Two Idaho writers receive Whiting Foundation awards

The Mrs. Giles Whiting Foundation named the 10 recipients of the 2012 Whiting Writers’ Awards Tuesday, and for the second consecutive year, the list includes two Idahoans — award winning short story writer Alan Heathcock, who lives in Boise, and Obie Award-winning playwright Sam Hunter, who grew up in Moscow and now lives in New York.

Heathcock grew up on the Chicago area and moved to Idaho 10 years ago at the suggestion of his friend, writer Tony Doerr. He started working on his collection of stories that would become “Volt: Stories” (Graywolf Press, $15) as he earned a second degree in writing at Boise State and then taught creative writing there.
Since the book came out in 2011, Heathcock has been gaining national attention and awards.
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In 2011, Hunter won his Obie, an award for Off-Broadway theater given by the Village Voice that is the equivalent of Broadway’s Tony, for his play “A Bright New Boise,” which takes place between a father and son in a Boise Hobby Lobby break room.

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In 2011, University of Idaho professor Daniel Orsoco won a Whiting for his story collection “Orientation and Other Stories” (Faber & Faber, $23), and Boise poet Kerri Webster won for her collection “We Do Not Eat Our Hearts Alone,” (University of Georgia Press, $16,95).

Each recipient receives a $50,000 award, totaling $500,000. The Whiting grants have been given annually since 1985 to writers of exceptional talent and promise in their early career.
The group received their awards at a banquet in New York City on Oct. 23.

THE REST OF THE RECIPIENTS

Ciaran Berry, poetry. His first full-length collection, "The Sphere of Birds," won the Crab Orchard Series in Poetry Open Competition in 2007 and was published by Southern Illinois University Press in 2008. Born in Dublin, he lives in Hartford, Connecticut.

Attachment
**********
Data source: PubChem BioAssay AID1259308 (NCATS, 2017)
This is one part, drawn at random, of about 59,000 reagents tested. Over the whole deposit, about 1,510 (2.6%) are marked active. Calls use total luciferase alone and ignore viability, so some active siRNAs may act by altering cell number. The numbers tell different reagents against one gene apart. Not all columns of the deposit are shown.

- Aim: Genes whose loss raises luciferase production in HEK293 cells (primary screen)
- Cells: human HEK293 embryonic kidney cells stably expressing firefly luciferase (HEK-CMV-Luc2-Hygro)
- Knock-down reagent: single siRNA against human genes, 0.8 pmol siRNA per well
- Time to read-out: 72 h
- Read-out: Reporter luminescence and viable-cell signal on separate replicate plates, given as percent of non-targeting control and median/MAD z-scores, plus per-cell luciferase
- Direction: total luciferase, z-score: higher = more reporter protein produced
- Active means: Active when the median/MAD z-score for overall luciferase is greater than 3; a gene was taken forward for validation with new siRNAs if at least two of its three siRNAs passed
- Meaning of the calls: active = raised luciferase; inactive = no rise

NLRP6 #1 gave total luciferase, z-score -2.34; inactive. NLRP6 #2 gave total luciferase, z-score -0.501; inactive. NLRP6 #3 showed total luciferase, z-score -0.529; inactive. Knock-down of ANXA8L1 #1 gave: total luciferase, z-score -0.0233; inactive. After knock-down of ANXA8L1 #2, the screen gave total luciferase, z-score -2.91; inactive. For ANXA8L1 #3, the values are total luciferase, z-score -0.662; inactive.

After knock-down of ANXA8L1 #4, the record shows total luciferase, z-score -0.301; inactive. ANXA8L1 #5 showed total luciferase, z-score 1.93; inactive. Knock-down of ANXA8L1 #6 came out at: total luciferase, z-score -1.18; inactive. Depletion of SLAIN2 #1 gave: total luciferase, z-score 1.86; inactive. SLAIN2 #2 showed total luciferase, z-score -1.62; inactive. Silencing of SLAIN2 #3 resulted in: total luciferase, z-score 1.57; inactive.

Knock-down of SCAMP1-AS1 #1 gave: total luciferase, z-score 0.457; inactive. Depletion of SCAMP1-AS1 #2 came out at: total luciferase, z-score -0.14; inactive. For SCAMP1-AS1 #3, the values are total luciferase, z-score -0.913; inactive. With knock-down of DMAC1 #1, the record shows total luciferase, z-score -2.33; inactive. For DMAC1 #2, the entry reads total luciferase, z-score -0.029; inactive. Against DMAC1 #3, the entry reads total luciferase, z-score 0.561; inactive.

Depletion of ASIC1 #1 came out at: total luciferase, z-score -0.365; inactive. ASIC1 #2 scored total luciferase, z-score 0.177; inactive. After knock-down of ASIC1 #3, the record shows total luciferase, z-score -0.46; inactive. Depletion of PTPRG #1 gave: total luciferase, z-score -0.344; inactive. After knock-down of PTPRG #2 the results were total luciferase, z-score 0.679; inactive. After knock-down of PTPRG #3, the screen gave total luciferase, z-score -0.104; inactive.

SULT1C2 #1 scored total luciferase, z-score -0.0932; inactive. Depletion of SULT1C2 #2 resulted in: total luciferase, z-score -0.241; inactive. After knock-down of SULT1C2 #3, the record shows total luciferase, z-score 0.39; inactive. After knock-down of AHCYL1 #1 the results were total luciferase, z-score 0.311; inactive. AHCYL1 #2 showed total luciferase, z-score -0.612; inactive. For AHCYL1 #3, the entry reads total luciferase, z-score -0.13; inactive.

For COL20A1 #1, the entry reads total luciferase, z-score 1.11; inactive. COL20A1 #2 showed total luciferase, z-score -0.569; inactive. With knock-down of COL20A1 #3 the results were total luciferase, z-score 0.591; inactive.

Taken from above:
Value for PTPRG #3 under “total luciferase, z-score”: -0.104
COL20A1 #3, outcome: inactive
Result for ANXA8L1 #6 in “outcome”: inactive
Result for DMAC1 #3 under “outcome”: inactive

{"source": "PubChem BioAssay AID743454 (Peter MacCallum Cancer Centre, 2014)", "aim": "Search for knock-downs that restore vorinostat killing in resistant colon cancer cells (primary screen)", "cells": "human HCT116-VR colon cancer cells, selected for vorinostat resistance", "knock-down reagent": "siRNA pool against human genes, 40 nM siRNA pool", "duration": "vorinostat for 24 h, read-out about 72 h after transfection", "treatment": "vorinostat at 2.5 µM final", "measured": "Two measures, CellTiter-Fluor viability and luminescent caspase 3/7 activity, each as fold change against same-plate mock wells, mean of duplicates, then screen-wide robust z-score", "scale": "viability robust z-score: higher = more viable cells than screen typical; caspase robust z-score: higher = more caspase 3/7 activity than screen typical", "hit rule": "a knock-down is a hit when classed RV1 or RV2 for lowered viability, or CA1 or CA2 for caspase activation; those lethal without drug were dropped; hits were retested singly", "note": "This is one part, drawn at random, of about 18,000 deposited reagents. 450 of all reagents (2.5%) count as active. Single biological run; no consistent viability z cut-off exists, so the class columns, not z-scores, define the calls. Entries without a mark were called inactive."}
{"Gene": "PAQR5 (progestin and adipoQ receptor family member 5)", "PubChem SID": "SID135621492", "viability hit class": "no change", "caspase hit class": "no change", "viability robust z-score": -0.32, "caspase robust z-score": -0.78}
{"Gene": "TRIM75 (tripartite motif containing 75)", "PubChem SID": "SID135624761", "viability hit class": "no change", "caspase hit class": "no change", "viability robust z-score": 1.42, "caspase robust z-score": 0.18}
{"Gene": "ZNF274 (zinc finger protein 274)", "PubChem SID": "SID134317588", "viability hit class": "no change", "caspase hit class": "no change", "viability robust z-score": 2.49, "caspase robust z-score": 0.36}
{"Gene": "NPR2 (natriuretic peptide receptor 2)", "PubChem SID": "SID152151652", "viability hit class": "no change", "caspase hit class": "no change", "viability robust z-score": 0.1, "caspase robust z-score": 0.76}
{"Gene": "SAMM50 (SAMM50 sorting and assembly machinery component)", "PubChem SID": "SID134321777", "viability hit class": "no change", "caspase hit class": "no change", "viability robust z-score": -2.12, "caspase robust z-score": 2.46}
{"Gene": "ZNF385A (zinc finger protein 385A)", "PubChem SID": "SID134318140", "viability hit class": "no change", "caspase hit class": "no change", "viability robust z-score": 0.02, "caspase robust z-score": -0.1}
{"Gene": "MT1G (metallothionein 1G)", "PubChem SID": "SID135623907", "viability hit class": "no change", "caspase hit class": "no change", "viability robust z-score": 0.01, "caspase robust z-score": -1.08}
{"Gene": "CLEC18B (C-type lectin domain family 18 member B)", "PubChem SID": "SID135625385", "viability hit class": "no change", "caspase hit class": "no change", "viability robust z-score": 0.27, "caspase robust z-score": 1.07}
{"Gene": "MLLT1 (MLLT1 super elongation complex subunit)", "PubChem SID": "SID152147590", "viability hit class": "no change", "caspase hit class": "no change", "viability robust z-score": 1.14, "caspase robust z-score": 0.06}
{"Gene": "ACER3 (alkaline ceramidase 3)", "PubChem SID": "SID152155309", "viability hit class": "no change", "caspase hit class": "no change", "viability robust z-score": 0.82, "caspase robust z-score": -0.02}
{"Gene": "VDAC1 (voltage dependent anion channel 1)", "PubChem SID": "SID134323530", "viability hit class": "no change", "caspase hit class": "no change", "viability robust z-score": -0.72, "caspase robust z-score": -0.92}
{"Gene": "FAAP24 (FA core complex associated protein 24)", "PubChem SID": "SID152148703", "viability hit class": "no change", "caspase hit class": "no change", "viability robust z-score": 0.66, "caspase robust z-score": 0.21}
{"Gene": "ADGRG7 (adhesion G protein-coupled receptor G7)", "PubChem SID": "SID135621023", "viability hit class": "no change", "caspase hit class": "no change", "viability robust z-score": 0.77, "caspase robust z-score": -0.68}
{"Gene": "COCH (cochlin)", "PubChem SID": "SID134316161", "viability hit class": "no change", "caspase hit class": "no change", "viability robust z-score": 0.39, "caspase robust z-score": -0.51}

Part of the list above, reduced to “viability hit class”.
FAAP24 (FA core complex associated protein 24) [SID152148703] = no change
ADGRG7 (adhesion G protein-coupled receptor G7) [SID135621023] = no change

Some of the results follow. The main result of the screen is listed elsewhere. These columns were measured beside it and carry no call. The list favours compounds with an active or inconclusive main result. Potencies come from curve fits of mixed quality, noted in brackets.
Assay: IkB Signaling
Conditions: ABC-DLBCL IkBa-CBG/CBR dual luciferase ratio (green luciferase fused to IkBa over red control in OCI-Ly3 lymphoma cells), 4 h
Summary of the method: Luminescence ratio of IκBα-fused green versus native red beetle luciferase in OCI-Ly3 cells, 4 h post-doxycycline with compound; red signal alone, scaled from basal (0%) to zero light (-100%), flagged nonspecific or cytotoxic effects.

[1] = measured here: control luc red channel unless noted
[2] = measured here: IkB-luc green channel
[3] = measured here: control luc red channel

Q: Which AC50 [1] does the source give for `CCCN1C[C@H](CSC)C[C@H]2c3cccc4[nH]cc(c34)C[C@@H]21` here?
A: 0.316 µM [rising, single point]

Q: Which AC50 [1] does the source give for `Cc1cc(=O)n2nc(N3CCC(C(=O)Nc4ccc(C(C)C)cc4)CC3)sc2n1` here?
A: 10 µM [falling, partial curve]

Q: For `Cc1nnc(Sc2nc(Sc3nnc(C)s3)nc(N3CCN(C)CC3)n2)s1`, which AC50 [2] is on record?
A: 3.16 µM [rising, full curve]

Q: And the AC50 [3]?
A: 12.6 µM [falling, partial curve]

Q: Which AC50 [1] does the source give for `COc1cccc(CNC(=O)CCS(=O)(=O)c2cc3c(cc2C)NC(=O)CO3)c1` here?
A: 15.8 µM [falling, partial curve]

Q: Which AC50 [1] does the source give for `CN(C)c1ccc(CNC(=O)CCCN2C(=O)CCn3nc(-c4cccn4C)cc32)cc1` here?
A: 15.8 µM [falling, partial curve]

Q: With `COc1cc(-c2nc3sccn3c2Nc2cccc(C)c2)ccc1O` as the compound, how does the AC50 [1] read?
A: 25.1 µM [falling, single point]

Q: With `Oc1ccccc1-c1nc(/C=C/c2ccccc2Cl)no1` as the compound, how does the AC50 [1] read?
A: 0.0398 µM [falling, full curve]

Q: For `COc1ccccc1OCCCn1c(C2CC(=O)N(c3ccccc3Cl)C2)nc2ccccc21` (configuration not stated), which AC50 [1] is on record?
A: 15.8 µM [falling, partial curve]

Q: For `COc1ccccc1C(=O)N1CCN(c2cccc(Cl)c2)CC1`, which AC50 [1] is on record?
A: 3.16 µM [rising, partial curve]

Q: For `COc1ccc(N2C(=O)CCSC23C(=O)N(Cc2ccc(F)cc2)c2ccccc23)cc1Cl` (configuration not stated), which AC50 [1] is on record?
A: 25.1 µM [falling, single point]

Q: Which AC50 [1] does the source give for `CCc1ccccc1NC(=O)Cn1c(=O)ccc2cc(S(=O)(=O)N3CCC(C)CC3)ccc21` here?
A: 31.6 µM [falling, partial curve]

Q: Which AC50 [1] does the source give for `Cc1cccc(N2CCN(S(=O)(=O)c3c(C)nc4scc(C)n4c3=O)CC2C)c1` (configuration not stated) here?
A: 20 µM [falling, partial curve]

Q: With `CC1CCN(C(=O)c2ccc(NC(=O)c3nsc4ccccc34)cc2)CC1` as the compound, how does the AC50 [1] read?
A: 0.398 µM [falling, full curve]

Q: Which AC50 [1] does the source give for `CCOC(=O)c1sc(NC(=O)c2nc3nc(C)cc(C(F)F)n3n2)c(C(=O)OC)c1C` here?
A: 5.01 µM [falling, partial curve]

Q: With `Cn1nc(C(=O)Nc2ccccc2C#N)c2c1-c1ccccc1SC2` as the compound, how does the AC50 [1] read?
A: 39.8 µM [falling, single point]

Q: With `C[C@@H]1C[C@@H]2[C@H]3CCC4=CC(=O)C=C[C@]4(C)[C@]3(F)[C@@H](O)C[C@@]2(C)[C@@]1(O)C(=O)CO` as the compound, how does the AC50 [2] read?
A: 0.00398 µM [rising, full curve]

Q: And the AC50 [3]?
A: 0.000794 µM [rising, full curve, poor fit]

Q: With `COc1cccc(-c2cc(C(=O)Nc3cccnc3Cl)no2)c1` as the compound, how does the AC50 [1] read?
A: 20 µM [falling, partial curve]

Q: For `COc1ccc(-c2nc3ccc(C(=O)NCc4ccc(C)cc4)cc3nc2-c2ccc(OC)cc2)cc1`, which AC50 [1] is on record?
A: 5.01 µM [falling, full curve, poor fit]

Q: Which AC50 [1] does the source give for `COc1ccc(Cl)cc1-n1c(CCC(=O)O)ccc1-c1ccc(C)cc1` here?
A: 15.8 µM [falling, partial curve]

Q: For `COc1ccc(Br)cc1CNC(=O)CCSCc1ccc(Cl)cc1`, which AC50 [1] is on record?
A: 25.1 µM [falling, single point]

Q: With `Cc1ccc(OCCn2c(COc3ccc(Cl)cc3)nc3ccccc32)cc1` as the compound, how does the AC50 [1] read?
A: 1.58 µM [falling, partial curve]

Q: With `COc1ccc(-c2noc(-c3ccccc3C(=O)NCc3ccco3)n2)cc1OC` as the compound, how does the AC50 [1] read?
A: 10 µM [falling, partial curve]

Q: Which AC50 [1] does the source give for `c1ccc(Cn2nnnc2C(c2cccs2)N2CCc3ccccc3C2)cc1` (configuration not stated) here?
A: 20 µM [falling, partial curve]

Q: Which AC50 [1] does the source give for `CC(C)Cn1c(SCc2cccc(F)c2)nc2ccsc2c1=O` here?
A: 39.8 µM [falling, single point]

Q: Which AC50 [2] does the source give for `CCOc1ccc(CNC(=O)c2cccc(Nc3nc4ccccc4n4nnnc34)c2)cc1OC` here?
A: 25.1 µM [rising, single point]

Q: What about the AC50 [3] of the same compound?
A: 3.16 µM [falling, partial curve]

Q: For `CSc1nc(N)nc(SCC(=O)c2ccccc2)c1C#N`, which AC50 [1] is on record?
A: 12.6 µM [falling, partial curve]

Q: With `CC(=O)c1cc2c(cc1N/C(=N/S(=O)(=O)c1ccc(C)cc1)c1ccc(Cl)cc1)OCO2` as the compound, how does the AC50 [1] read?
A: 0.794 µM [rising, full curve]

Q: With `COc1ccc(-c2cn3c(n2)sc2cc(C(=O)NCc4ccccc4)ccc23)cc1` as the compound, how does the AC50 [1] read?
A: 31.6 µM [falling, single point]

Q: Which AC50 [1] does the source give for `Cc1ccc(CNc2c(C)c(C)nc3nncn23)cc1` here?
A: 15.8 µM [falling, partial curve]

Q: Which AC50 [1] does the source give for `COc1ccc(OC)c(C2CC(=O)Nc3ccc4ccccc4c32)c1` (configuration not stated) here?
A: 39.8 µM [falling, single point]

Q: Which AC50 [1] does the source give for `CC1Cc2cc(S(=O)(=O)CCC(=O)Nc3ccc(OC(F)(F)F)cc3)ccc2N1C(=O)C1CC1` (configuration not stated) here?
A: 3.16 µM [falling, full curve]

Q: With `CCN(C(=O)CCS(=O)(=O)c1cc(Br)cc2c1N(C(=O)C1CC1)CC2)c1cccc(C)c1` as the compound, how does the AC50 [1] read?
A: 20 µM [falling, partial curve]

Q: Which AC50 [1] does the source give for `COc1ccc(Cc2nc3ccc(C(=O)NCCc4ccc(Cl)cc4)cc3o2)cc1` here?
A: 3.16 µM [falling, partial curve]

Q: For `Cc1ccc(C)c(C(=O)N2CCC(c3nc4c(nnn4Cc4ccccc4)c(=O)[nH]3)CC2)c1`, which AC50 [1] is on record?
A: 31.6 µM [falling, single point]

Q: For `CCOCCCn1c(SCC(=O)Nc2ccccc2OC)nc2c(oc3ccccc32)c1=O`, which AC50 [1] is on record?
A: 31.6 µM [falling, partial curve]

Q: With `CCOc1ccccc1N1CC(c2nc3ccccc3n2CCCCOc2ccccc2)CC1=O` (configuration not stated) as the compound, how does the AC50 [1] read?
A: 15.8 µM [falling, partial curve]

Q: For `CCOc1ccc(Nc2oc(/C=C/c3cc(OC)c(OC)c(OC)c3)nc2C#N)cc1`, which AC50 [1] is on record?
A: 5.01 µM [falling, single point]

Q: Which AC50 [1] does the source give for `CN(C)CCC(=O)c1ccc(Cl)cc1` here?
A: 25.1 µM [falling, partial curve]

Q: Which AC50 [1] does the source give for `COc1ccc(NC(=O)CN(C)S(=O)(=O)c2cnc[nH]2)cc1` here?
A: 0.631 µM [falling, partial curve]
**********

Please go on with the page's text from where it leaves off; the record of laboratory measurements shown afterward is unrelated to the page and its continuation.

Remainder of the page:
Danai Gurira, plays. She is author of "Eclipsed" and "The Convert." Born in Iowa and raised in Zimbabwe, she is also an Obie Award-winning actor and divides her time between New York City and Los Angeles.

Mona Mansour, plays. She is the author of "Urge for Going" (Public Theater), "The Hour of Feeling," which just received its world premiere in the Humana Festival of New American Plays at Actors Theatre of Louisville, and her new play, "The Way West." She lives in Brooklyn.

Anthony Marra, fiction. He will publish his debut novel, "A Constellation of Vital Phenomena," in 2013 and his story collection, "The Tsar of Love and Techno," in 2014, both with Hogarth Press. Currently a Wallace Stegner Fellow in Creative Writing at Stanford, he lives in Oakland, California.

Meg Miroshnik, plays. Her work includes "The Fairytale Lives of Russian Girls," "The Droll {Or, a Stage-Play about the END of Theatre}," "The Tall Girls," and "Cheryomushki," an adaptation of Shostakovich's "Moscow," She lives in Los Angeles.

Hanna Pylvainen, fiction. Her debut novel, "We Sinners," was published this summer by Henry Holt. In 2011 she was a fiction Fellow at the Fine Arts Work Center in Provincetown, and since then has been completing her next novel, The End of Drum Time. She lives in Brooklyn.

Sharifa Rhodes-Pitts, non-fiction. Her first book, "Harlem is Nowhere: A Journey to the Mecca of Black America," published by Little, Brown in 2011, was named among 100 Notable Books of 2011 by the New York Times Book Review and nominated for a National Book Critics Circle Award. Originally from Houston, she lives in New York City.

Atsuro Riley, poetry. His first book, "Romey’s Order," was published by the University of Chicago Press in 2010, and won the Kate Tufts Discovery Award, The Believer Poetry Award, and the Witter Bynner Award from the Library of Congress. Born and raised in the South Carolina lowcountry, he lives in San Francisco.